Wednesday & What I’ve been wearing

As we have had a bit of sun, but more importantly a lack of rain, in these parts I’ve had the chance to wear a few of my dresses. This is a few of them(i.e. the ones I’ve remembered to take mirror selfies when wearing).

1.Long sleeved dress made of an old curtain. I bought this fabric intending to make a blanket and some cushions. In fact I did, but didn’t use them so it got turned into a dress. It was from a second hand shop and there was only one length, somewhat damaged. Enough to make this however. I use it more in winter because of the sleeves and the colours (which are amazing I think). Probably from the 60’s? IMG_2284 (1)

2. Silk dress with feather print. This is a bit too fancy for daytime according to some. I ignore those people. One of my pet peeves is when buying a nice silk dress from a store they are lined with synthetic fabric. What’s the point rather? This fabric, a nice light silk, was a gift and I had enough of it to line it with silk also, which makes it ideal to wear in summer as it keeps nice and cool. I do love the print but it is one where I feel my glasses don’t match. IMG_3271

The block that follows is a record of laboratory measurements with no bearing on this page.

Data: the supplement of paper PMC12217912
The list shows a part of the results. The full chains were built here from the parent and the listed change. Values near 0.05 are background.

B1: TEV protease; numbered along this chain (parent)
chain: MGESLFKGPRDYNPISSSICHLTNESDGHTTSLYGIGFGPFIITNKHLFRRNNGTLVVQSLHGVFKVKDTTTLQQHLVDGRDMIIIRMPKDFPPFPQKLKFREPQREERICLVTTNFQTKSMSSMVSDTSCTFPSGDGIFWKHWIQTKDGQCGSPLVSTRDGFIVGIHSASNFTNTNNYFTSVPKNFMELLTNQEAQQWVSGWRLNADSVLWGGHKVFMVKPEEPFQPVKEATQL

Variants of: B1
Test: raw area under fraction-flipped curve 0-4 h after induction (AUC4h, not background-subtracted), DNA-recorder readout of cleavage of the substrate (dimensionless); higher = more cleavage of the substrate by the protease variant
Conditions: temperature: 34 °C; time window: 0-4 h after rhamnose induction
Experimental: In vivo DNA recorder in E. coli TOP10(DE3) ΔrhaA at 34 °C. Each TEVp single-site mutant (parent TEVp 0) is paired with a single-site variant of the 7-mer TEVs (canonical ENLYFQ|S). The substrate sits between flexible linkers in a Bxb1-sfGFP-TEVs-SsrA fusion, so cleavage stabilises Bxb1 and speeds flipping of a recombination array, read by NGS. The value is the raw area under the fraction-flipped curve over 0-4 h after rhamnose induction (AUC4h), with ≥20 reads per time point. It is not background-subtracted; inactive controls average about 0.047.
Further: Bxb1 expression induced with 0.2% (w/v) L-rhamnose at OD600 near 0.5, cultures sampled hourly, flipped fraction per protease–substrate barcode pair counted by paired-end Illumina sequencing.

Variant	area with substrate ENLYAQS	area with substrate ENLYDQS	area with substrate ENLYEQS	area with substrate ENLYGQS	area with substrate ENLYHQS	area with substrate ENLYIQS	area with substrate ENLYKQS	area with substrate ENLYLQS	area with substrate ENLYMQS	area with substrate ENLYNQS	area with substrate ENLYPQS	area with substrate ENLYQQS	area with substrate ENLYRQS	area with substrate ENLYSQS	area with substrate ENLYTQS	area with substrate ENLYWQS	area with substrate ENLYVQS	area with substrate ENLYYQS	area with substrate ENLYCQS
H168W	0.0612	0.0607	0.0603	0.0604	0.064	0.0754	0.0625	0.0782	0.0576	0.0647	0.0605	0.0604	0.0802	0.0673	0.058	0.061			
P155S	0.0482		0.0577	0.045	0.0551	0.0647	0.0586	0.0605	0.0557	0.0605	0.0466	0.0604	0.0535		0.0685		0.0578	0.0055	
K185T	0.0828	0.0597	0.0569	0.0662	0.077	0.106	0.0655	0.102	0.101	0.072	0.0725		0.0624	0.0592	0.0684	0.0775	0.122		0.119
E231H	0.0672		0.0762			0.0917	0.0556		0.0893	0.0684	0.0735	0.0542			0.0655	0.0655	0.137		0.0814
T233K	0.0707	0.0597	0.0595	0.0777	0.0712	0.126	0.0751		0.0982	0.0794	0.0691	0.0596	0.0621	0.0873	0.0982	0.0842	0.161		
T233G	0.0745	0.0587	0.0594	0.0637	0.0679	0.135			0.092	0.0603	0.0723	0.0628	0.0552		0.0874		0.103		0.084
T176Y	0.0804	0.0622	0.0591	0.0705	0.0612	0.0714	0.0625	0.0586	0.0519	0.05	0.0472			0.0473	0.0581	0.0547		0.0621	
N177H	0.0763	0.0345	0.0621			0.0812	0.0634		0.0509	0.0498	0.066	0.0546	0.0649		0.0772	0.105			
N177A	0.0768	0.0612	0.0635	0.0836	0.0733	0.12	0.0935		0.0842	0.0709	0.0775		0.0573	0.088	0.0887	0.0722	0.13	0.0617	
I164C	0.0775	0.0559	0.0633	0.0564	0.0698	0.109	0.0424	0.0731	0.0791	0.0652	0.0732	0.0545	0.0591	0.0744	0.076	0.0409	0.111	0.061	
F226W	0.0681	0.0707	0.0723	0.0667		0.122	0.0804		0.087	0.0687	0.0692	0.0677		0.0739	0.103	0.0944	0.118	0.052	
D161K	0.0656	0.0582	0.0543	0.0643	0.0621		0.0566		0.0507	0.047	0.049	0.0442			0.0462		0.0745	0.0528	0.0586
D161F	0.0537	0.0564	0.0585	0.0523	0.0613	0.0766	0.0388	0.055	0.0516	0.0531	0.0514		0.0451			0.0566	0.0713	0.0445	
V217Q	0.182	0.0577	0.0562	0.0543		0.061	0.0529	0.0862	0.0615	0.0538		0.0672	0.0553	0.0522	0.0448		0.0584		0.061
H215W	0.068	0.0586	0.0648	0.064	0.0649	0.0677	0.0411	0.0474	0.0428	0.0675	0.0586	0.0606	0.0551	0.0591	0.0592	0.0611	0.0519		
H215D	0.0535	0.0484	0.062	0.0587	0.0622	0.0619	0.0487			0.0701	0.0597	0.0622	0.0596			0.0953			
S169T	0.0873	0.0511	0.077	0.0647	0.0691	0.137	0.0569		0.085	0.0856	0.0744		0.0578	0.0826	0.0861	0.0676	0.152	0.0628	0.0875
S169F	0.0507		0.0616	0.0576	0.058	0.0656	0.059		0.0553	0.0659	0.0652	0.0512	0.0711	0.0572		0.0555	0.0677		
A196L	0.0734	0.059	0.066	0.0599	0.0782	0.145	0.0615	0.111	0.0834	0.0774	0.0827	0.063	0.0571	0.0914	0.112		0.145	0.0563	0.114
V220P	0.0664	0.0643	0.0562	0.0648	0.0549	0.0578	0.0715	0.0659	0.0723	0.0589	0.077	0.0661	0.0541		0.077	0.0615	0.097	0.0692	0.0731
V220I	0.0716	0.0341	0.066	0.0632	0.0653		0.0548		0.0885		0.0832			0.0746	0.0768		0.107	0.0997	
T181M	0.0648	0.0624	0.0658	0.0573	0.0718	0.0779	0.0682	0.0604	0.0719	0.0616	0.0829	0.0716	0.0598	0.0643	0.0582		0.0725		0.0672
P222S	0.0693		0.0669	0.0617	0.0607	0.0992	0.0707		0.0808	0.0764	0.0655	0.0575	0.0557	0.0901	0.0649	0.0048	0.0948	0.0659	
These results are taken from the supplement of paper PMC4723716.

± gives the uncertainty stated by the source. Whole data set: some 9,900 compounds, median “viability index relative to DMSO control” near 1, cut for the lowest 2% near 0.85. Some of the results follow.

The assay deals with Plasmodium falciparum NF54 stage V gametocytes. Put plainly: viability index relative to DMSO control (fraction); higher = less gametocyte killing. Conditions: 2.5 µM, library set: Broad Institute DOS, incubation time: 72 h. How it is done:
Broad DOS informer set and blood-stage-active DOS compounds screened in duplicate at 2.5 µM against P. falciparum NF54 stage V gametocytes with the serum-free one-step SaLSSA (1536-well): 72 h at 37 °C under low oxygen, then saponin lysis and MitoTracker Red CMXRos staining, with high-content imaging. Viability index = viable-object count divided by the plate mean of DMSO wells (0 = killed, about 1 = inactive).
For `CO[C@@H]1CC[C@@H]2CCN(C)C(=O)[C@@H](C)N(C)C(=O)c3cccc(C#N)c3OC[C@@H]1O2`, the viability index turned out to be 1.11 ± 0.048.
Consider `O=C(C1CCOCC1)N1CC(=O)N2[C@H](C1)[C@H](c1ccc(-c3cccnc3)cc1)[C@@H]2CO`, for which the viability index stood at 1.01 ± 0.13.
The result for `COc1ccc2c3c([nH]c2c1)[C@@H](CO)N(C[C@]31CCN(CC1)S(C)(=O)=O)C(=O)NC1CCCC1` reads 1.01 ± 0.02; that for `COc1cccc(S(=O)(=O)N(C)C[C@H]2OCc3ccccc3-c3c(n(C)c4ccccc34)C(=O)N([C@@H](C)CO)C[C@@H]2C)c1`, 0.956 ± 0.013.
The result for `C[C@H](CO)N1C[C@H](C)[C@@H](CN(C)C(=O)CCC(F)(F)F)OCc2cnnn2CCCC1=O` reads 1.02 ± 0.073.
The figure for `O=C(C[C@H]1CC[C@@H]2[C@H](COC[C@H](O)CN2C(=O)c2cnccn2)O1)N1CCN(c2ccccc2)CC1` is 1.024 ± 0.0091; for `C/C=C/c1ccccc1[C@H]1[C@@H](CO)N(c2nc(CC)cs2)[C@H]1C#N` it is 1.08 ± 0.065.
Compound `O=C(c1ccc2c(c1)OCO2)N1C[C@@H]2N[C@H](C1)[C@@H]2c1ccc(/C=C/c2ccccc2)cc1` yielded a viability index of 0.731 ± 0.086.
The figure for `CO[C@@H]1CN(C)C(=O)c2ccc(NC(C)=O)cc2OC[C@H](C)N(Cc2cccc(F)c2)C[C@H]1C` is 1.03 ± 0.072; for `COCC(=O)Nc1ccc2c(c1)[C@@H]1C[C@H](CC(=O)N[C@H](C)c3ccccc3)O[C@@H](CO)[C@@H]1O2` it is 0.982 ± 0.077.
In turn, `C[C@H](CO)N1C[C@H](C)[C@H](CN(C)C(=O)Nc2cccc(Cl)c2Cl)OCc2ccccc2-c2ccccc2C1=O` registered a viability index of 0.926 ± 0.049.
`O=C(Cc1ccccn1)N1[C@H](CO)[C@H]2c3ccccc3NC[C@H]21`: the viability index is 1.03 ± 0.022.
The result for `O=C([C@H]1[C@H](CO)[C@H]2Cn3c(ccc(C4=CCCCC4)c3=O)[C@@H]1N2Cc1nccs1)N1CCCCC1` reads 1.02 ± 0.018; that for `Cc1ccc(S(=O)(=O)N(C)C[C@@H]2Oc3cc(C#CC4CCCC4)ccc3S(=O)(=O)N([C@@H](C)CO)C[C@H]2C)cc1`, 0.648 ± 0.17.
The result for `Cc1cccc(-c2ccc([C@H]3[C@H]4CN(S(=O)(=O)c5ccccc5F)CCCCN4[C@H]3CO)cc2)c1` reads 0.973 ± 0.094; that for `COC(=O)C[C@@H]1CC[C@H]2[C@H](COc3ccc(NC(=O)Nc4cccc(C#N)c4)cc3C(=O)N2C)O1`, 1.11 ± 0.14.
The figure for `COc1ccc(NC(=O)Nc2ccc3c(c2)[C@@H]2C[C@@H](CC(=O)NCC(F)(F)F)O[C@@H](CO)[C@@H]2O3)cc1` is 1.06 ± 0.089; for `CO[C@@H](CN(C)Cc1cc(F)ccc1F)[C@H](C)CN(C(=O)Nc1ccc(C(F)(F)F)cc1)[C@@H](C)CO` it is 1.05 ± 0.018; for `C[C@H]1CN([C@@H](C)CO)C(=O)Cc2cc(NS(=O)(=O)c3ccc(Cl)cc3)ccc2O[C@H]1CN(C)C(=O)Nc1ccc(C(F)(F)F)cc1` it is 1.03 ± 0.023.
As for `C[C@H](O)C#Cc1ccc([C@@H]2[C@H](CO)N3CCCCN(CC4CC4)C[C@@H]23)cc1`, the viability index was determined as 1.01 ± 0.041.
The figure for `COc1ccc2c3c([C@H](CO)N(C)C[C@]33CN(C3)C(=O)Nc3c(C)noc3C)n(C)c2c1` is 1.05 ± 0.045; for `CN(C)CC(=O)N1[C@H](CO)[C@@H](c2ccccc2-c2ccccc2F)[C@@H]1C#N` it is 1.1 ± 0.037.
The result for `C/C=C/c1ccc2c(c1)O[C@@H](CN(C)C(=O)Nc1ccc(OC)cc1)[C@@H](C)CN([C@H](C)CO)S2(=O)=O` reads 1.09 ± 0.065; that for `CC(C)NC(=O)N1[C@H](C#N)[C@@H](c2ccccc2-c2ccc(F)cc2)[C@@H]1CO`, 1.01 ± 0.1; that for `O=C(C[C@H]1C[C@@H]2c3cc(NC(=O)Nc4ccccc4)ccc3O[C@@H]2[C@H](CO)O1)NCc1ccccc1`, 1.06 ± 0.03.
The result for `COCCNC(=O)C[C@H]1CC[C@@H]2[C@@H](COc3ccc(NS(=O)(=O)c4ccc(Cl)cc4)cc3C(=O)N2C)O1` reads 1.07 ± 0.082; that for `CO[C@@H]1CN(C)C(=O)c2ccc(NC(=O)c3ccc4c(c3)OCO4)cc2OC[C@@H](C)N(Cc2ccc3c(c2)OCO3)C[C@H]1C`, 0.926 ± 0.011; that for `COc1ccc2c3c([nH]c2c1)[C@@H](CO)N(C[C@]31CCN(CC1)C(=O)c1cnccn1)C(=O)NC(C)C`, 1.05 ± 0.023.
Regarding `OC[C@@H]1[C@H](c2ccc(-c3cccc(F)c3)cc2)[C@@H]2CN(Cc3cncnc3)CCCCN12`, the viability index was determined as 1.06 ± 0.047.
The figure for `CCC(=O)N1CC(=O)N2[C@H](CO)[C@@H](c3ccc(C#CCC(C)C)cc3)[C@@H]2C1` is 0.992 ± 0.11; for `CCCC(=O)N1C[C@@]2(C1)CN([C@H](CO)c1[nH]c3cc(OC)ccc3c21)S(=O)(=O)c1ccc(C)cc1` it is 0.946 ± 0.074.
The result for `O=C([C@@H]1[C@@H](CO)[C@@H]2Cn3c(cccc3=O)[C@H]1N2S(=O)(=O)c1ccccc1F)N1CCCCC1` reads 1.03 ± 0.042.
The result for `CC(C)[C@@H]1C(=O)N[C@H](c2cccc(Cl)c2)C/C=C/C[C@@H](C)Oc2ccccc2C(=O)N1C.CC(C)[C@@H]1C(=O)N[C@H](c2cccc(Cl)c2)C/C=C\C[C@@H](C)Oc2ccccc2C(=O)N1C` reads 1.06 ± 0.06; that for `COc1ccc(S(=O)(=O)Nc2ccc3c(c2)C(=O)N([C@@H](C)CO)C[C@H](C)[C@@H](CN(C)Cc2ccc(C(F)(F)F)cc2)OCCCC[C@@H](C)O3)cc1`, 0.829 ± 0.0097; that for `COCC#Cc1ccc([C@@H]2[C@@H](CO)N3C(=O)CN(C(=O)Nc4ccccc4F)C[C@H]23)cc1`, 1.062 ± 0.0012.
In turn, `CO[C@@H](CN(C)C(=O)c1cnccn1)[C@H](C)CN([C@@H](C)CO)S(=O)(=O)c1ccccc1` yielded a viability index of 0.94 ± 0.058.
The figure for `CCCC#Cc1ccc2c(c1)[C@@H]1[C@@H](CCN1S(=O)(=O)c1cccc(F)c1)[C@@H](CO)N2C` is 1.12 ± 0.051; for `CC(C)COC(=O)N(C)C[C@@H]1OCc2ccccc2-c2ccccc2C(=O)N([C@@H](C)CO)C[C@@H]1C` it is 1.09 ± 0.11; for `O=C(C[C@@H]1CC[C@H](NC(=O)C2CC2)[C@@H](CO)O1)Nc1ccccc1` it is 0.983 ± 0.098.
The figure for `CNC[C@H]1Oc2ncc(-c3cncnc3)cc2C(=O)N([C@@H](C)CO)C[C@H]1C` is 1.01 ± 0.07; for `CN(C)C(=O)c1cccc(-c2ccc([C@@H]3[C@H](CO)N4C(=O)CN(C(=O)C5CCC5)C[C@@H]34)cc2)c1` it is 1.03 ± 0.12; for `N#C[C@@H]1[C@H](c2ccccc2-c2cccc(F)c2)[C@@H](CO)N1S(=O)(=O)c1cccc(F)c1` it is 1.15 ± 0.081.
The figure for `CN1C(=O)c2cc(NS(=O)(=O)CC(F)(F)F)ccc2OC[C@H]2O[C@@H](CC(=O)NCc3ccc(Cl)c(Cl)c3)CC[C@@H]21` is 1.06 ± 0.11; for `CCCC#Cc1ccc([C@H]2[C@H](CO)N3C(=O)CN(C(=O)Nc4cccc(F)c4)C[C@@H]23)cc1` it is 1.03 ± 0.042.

3. Remade dutch wax print. This started as a tunic and trousers that my parents got as a gift from a friend. It was folded away in a drawer somewhere until I got my mittens on it. I saved the detail with  the collar and buttons, but fashioned a dress from the rest. Again; lovely colours, it’s got pockets and it’s a nice cotton. And yes; I wear everything with a black cardigan.IMG_3191

4. Long dress made of my mum’s old jacket and skirt. This used to be two pieces that my mum wore in the 90’s. It’s a thin viscose and a some wear and tear(but also the fact that she is several sizes bigger) left enough fabric for a long sleeveless dress. As I’m sensitive to the sun it’s good to have a few longer pieces for summer least I forget to reapply sunscreen. I have worn this a lot and as it was old fabric it’s on it’s last legs sadly. I love the print on this and have a similar print on a woolly winter dress.